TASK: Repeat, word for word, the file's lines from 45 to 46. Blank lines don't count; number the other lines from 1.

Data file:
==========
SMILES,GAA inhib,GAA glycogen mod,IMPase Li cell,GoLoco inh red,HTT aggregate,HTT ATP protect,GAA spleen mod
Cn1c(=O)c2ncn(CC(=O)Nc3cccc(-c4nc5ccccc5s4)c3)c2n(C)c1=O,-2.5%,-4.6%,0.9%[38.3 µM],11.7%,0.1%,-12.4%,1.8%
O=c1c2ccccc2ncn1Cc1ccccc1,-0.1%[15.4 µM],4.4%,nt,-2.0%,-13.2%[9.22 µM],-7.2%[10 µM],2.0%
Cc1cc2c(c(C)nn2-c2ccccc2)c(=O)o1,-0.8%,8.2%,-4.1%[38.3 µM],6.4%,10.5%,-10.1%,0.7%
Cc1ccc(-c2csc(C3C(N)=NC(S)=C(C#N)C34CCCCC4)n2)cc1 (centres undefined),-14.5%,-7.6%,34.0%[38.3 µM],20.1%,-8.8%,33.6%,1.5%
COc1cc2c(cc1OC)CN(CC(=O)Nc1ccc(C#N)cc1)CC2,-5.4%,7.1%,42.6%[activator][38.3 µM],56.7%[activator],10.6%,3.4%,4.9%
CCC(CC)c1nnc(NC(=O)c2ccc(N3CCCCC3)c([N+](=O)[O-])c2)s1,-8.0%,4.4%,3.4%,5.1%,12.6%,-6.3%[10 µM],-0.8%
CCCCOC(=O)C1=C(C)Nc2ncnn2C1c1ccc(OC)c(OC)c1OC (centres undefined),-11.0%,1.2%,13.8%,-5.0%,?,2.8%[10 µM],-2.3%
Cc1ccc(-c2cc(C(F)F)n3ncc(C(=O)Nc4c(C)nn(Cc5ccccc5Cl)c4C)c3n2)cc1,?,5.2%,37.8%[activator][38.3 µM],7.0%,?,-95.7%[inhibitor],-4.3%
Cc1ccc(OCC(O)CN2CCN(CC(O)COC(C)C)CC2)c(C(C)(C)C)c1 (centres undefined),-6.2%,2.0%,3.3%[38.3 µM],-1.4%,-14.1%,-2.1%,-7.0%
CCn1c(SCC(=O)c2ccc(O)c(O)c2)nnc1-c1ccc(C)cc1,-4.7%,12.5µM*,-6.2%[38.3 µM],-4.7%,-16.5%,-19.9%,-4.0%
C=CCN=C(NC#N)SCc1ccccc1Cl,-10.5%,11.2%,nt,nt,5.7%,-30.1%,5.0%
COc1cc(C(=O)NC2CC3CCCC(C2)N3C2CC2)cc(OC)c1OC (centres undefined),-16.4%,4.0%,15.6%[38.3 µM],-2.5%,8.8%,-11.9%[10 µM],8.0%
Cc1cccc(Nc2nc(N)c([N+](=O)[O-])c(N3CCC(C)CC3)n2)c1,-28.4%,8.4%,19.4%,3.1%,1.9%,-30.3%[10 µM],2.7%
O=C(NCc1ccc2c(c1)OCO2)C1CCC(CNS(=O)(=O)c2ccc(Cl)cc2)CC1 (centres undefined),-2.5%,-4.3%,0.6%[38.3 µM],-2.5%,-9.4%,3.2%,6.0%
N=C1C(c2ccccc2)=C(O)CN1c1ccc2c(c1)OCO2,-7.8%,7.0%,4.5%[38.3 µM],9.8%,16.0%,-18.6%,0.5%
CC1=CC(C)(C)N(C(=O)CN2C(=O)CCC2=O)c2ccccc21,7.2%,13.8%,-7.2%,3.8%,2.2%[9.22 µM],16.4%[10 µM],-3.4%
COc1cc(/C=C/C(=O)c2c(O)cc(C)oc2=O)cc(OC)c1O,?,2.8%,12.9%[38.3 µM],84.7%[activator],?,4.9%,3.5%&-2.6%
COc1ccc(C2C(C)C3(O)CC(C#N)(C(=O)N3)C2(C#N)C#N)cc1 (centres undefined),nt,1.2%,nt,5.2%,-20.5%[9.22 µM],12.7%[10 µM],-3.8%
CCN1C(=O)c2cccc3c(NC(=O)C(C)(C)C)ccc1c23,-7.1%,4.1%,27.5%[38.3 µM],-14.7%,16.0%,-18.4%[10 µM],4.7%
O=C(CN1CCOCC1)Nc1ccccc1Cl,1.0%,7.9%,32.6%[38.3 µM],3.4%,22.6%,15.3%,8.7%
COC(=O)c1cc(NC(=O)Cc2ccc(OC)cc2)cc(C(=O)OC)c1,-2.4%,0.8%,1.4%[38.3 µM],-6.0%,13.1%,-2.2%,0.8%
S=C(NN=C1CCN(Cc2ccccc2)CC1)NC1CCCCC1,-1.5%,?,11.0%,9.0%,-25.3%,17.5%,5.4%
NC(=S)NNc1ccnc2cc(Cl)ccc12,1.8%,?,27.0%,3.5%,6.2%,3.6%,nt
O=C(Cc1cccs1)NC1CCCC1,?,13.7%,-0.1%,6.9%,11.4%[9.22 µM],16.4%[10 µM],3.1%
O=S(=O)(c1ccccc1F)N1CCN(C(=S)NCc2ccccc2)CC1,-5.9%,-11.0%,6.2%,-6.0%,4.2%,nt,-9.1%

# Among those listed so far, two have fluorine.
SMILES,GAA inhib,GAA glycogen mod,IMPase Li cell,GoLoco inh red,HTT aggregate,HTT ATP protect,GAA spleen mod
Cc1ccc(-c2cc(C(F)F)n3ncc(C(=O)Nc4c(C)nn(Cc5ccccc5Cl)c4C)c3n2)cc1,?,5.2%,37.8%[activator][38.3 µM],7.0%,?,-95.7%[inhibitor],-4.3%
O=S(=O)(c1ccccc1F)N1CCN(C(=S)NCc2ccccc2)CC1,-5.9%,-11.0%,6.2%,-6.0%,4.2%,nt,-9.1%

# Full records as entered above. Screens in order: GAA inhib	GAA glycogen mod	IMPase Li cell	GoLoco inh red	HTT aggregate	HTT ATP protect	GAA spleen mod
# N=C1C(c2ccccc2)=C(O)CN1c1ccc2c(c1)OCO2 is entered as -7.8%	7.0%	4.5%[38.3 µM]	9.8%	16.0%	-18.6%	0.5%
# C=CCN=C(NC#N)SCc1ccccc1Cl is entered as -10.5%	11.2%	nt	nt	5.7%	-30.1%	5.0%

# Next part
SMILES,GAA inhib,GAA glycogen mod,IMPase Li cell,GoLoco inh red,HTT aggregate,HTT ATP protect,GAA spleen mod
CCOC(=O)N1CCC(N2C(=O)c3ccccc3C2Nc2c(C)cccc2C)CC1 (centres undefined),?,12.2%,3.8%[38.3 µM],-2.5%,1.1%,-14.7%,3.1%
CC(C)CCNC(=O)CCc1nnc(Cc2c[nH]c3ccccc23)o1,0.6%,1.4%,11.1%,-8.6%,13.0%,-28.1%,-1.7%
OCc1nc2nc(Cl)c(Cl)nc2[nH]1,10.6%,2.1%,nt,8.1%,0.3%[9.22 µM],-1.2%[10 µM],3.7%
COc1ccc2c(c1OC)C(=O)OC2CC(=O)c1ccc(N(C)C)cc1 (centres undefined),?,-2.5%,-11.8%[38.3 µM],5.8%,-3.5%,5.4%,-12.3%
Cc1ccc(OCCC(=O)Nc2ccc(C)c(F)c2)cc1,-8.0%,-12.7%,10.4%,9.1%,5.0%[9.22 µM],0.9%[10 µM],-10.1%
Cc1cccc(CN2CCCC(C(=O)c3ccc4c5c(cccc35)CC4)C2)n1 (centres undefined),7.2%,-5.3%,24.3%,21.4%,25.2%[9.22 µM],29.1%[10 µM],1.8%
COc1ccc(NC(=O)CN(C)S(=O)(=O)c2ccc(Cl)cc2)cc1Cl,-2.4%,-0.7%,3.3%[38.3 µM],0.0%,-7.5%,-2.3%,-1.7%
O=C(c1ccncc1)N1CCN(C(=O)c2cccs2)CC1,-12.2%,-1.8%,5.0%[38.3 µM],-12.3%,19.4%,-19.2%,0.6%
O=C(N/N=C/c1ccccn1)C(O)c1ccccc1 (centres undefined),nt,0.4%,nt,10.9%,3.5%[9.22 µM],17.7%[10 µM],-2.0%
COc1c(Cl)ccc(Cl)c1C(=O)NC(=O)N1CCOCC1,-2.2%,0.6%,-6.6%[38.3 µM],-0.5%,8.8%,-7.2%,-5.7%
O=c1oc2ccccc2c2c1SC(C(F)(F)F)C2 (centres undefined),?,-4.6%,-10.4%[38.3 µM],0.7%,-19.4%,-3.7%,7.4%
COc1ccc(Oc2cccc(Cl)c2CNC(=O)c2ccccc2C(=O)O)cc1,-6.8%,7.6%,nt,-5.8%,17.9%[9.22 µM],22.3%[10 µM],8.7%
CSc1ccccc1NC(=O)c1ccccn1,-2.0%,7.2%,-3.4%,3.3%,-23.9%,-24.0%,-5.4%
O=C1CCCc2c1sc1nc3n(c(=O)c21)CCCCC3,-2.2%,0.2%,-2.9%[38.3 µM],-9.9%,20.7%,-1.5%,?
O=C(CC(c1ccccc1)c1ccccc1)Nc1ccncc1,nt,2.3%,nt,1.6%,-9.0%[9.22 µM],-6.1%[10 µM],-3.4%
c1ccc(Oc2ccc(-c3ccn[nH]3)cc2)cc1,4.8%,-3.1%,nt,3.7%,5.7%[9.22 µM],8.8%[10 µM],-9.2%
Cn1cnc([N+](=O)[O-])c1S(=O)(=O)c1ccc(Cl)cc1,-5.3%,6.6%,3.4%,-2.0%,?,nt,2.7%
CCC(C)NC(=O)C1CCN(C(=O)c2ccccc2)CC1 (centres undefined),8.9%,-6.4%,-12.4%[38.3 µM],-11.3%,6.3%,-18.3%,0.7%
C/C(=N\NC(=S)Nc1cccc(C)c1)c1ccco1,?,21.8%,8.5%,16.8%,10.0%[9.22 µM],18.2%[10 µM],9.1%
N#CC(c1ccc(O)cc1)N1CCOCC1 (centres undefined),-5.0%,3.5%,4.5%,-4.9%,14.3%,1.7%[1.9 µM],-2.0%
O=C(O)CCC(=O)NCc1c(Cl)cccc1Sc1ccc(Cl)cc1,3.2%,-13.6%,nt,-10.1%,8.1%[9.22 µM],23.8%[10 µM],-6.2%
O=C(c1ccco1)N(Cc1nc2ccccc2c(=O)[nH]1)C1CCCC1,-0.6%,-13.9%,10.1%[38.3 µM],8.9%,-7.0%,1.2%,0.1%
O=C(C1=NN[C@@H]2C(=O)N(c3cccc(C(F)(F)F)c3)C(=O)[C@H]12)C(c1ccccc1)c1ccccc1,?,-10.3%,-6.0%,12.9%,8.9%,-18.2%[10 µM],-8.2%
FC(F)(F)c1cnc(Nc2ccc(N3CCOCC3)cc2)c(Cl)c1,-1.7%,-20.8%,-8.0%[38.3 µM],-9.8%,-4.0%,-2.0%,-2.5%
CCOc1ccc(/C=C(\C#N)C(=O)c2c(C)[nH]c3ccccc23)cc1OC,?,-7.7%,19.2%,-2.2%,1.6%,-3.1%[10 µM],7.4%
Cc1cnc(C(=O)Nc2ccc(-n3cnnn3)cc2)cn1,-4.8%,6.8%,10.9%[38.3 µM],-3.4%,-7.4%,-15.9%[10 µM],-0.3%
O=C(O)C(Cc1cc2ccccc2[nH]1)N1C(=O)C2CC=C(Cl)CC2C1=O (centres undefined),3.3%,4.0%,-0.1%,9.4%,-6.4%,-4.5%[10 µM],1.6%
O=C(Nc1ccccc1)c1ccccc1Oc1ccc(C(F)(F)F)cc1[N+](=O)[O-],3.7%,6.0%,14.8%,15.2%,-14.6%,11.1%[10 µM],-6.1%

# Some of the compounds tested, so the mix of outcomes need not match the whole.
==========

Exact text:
COc1c(Cl)ccc(Cl)c1C(=O)NC(=O)N1CCOCC1,-2.2%,0.6%,-6.6%[38.3 µM],-0.5%,8.8%,-7.2%,-5.7%
O=c1oc2ccccc2c2c1SC(C(F)(F)F)C2 (centres undefined),?,-4.6%,-10.4%[38.3 µM],0.7%,-19.4%,-3.7%,7.4%